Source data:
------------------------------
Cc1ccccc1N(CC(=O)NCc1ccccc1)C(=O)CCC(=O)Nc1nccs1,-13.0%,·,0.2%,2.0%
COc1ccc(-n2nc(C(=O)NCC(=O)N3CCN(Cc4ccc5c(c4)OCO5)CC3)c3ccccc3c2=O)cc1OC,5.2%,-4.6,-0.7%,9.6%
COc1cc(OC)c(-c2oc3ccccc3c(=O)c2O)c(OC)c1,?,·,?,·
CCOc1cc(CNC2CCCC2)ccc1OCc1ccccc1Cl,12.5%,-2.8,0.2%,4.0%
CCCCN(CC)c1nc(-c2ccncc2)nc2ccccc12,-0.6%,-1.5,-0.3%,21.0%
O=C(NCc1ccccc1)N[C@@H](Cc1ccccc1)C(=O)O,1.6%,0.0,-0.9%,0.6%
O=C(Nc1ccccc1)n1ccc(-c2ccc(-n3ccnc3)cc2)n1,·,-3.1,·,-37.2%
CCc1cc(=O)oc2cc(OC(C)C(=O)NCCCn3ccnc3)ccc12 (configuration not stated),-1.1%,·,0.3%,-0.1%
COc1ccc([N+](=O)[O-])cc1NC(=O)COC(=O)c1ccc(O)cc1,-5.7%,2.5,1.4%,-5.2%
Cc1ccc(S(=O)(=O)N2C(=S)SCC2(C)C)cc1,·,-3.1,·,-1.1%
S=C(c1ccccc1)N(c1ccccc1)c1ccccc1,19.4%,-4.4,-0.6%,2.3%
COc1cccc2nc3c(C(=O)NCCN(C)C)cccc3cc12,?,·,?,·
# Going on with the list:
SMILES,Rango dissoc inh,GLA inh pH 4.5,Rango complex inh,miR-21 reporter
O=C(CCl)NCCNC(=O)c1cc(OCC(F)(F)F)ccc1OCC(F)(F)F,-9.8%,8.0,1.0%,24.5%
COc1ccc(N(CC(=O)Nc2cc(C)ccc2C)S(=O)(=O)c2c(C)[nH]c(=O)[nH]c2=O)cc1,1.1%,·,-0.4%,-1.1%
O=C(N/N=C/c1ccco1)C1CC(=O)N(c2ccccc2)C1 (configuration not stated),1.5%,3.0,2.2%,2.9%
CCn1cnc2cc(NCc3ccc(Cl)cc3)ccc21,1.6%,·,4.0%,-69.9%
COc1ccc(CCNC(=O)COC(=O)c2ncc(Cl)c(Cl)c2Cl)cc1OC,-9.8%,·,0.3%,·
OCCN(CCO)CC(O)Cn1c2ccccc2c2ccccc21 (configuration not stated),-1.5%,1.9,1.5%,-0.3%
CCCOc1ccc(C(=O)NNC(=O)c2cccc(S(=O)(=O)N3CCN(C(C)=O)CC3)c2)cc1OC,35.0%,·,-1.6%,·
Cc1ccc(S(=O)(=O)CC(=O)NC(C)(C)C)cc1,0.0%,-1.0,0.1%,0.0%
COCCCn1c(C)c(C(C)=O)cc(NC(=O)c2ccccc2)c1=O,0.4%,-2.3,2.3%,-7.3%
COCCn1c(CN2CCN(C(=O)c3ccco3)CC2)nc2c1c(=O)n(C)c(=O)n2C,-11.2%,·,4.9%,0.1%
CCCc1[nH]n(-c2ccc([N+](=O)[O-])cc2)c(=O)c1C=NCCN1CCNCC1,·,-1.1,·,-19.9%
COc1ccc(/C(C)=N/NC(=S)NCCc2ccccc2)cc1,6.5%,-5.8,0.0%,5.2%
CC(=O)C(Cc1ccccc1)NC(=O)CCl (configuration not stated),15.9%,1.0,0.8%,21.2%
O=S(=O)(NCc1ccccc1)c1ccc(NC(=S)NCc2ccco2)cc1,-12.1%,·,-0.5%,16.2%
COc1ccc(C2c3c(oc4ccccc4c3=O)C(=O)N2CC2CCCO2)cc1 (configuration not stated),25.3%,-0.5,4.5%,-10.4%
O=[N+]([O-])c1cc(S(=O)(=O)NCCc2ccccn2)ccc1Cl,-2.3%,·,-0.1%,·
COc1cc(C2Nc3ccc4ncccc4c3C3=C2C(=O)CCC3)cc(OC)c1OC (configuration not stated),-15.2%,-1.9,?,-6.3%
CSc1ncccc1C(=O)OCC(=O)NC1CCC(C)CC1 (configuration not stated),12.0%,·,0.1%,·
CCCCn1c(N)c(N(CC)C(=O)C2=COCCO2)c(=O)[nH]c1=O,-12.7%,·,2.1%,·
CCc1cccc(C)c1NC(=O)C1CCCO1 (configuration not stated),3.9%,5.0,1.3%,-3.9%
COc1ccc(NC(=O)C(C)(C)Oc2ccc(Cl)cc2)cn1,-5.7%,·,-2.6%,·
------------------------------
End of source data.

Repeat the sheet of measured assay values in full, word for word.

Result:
Cc1ccccc1N(CC(=O)NCc1ccccc1)C(=O)CCC(=O)Nc1nccs1,-13.0%,·,0.2%,2.0%
COc1ccc(-n2nc(C(=O)NCC(=O)N3CCN(Cc4ccc5c(c4)OCO5)CC3)c3ccccc3c2=O)cc1OC,5.2%,-4.6,-0.7%,9.6%
COc1cc(OC)c(-c2oc3ccccc3c(=O)c2O)c(OC)c1,?,·,?,·
CCOc1cc(CNC2CCCC2)ccc1OCc1ccccc1Cl,12.5%,-2.8,0.2%,4.0%
CCCCN(CC)c1nc(-c2ccncc2)nc2ccccc12,-0.6%,-1.5,-0.3%,21.0%
O=C(NCc1ccccc1)N[C@@H](Cc1ccccc1)C(=O)O,1.6%,0.0,-0.9%,0.6%
O=C(Nc1ccccc1)n1ccc(-c2ccc(-n3ccnc3)cc2)n1,·,-3.1,·,-37.2%
CCc1cc(=O)oc2cc(OC(C)C(=O)NCCCn3ccnc3)ccc12 (configuration not stated),-1.1%,·,0.3%,-0.1%
COc1ccc([N+](=O)[O-])cc1NC(=O)COC(=O)c1ccc(O)cc1,-5.7%,2.5,1.4%,-5.2%
Cc1ccc(S(=O)(=O)N2C(=S)SCC2(C)C)cc1,·,-3.1,·,-1.1%
S=C(c1ccccc1)N(c1ccccc1)c1ccccc1,19.4%,-4.4,-0.6%,2.3%
COc1cccc2nc3c(C(=O)NCCN(C)C)cccc3cc12,?,·,?,·
# Going on with the list:
SMILES,Rango dissoc inh,GLA inh pH 4.5,Rango complex inh,miR-21 reporter
O=C(CCl)NCCNC(=O)c1cc(OCC(F)(F)F)ccc1OCC(F)(F)F,-9.8%,8.0,1.0%,24.5%
COc1ccc(N(CC(=O)Nc2cc(C)ccc2C)S(=O)(=O)c2c(C)[nH]c(=O)[nH]c2=O)cc1,1.1%,·,-0.4%,-1.1%
O=C(N/N=C/c1ccco1)C1CC(=O)N(c2ccccc2)C1 (configuration not stated),1.5%,3.0,2.2%,2.9%
CCn1cnc2cc(NCc3ccc(Cl)cc3)ccc21,1.6%,·,4.0%,-69.9%
COc1ccc(CCNC(=O)COC(=O)c2ncc(Cl)c(Cl)c2Cl)cc1OC,-9.8%,·,0.3%,·
OCCN(CCO)CC(O)Cn1c2ccccc2c2ccccc21 (configuration not stated),-1.5%,1.9,1.5%,-0.3%
CCCOc1ccc(C(=O)NNC(=O)c2cccc(S(=O)(=O)N3CCN(C(C)=O)CC3)c2)cc1OC,35.0%,·,-1.6%,·
Cc1ccc(S(=O)(=O)CC(=O)NC(C)(C)C)cc1,0.0%,-1.0,0.1%,0.0%
COCCCn1c(C)c(C(C)=O)cc(NC(=O)c2ccccc2)c1=O,0.4%,-2.3,2.3%,-7.3%
COCCn1c(CN2CCN(C(=O)c3ccco3)CC2)nc2c1c(=O)n(C)c(=O)n2C,-11.2%,·,4.9%,0.1%
CCCc1[nH]n(-c2ccc([N+](=O)[O-])cc2)c(=O)c1C=NCCN1CCNCC1,·,-1.1,·,-19.9%
COc1ccc(/C(C)=N/NC(=S)NCCc2ccccc2)cc1,6.5%,-5.8,0.0%,5.2%
CC(=O)C(Cc1ccccc1)NC(=O)CCl (configuration not stated),15.9%,1.0,0.8%,21.2%
O=S(=O)(NCc1ccccc1)c1ccc(NC(=S)NCc2ccco2)cc1,-12.1%,·,-0.5%,16.2%
COc1ccc(C2c3c(oc4ccccc4c3=O)C(=O)N2CC2CCCO2)cc1 (configuration not stated),25.3%,-0.5,4.5%,-10.4%
O=[N+]([O-])c1cc(S(=O)(=O)NCCc2ccccn2)ccc1Cl,-2.3%,·,-0.1%,·
COc1cc(C2Nc3ccc4ncccc4c3C3=C2C(=O)CCC3)cc(OC)c1OC (configuration not stated),-15.2%,-1.9,?,-6.3%
CSc1ncccc1C(=O)OCC(=O)NC1CCC(C)CC1 (configuration not stated),12.0%,·,0.1%,·
CCCCn1c(N)c(N(CC)C(=O)C2=COCCO2)c(=O)[nH]c1=O,-12.7%,·,2.1%,·
CCc1cccc(C)c1NC(=O)C1CCCO1 (configuration not stated),3.9%,5.0,1.3%,-3.9%
COc1ccc(NC(=O)C(C)(C)Oc2ccc(Cl)cc2)cn1,-5.7%,·,-2.6%,·